Charlottetown-based drug-discovery company Neurodyn Inc. tapped an unlikely source of capital when it announced its $1.5-million to $2-million funding round last week. It raised money from something called a “home office.” It also revealed a new trend among Atlantic Canadian biotech companies.
Regional biotechs are becoming creative in their fundraising and seeking sources beyond venture capital firms and Canadian angels. Because of the philanthropic nature of biotech, they’re able to find money from charitable foundations, family funds, and wealthy people in emerging markets.
This creativity is essential because biotech, especially drug discovery, requires large amounts of “patient” money, often amounting to tens or hundreds of millions of dollars. Not only do products have to be developed and refined but huge amounts are also needed for clinical trials and regulatory approval, and the payback is often years away.
“With the amount of time it takes to get from concept to customer, it requires a lot of capital,” says Marli MacNeil, the executive director of BioNova, the Nova Scotia life sciences association. “Companies are being innovative in how they present themselves to the market.”
Neurodyn is a shining example. It announced recently that it had raised $1.5 million in investment and may top it up with an additional $500,000 now under negotiation. The money came from a range of investors, including Charlottetown’s Regis Duffy BioScience Fund Inc.
The most interesting part of the announcement was that Neurodyn, which is developing products to treat the early stages of Parkinson’s disease and other neurological disorders, raised money from Mertz Holdings, a home office in Houston, Texas. Home offices are groups that manage the assets of wealthy families, and their numbers have been growing so quickly that family office conferences are being held across North America.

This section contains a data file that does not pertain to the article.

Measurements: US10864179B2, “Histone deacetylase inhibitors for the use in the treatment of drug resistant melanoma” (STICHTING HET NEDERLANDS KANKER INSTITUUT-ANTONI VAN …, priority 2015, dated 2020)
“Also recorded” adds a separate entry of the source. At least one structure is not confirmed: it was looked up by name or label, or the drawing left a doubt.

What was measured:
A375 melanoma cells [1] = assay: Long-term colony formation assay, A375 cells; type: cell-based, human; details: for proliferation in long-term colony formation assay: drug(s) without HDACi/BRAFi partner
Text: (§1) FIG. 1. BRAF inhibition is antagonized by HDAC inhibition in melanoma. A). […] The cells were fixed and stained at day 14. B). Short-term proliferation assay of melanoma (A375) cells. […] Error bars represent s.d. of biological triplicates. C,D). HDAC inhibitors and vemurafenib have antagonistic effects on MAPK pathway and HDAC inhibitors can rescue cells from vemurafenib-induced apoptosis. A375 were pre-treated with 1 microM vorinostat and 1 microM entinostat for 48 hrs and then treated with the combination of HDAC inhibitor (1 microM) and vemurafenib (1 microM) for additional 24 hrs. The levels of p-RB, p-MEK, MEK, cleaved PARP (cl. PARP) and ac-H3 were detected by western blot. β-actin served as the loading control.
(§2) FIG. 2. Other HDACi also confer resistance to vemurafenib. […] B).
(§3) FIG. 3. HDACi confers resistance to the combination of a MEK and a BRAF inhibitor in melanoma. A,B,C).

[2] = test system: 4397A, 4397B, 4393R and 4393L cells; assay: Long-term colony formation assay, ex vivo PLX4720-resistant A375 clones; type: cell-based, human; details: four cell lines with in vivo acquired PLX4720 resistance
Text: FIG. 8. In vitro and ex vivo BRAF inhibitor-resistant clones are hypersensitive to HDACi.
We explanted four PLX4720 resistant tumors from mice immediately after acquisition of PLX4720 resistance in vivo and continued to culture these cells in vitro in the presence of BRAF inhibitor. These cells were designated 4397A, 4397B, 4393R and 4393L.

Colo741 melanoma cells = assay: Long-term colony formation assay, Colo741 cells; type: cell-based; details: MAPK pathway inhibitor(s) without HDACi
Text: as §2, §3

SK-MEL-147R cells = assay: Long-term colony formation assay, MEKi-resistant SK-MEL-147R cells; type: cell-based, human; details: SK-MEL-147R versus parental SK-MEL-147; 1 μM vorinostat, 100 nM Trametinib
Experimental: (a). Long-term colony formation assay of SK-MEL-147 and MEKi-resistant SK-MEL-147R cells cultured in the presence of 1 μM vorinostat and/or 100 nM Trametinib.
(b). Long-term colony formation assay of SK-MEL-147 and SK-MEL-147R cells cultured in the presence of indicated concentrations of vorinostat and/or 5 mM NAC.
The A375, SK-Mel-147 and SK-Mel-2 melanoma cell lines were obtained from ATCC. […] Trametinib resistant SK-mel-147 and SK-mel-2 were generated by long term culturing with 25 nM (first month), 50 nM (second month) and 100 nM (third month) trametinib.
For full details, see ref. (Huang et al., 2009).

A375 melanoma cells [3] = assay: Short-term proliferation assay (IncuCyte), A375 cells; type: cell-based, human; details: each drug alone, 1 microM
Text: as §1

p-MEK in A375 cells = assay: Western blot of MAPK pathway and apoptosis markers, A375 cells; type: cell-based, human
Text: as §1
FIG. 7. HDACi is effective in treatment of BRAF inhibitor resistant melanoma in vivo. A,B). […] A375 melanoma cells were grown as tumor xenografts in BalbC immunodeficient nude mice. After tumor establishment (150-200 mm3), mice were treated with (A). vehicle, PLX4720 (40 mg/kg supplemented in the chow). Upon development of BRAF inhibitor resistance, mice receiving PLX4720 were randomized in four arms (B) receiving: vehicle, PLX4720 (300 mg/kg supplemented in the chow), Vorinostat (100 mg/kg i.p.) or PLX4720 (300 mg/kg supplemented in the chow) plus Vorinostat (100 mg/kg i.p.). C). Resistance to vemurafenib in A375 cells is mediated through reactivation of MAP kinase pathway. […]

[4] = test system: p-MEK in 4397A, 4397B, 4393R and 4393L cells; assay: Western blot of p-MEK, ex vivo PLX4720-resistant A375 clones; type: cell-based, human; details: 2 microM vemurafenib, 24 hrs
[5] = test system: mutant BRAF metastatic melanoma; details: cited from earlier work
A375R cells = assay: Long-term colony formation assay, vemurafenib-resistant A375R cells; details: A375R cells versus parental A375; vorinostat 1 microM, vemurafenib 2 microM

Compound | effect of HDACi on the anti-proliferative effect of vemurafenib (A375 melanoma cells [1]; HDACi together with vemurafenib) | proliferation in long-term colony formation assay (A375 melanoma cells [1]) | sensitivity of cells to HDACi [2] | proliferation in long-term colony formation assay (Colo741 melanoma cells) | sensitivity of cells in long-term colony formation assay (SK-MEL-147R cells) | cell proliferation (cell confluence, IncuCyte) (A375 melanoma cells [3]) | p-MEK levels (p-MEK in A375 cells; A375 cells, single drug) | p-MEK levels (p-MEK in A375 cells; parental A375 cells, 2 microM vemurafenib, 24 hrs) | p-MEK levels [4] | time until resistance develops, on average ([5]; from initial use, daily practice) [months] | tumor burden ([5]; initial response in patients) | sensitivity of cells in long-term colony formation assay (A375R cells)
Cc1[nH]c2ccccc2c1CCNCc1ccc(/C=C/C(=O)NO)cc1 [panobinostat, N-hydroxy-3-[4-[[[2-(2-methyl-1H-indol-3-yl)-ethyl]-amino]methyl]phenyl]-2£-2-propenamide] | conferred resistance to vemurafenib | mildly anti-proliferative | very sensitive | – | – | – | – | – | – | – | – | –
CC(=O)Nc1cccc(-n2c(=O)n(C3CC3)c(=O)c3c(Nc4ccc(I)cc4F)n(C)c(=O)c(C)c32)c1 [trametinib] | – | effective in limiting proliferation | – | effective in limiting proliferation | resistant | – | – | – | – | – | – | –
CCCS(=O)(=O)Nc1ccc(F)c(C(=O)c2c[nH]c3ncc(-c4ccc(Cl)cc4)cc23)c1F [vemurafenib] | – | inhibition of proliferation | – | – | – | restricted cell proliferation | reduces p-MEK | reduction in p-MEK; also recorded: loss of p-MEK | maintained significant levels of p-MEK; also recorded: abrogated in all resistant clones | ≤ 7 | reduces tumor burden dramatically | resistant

“Home offices can be as powerful as VCs,” says Neurodyn executive director Robert Cervelli, who plans to attend one of the conferences in the U.S. this spring. Cervelli adds that these funds are a perfect match for biotech because they like philanthropic investing, are willing to wait for the investment to mature, and are attracted by the high multiples offered down the road through new medical technology. Neurodyn also has formed a partnership with the Michael J. Fox Foundation, which has helped to finance some of its work.
Then there’s Picomole, the Moncton-based biotech that’s developing a breath test to help doctors determine whether a patient has lung cancer. With a single breath sample, Picomole’s device can rule out the presence of cancer in the patient’s lungs, which is cheaper and much less invasive than a biopsy. Picomole is considering targeting emerging markets in Latin America or Asia as test grounds for its product and raising funds in those markets.
In a recent interview, Picomole CEO John Cormier said that an emerging market might be the perfect place to launch the product because medical communities in such locales are less married to established practices, and there may be fewer regulatory hurdles. He also believes that wealthy individuals in foreign markets would be interested in funding further development of the product for financial and philanthropic reasons.
These are just two companies undertaking the difficult expensive task of advancing medical technology, and they’re now looking to new sources of financing internationally. “The model has changed drastically,” says BioNova’s MacNeil. “And the companies in this region that need capital have figured that out.”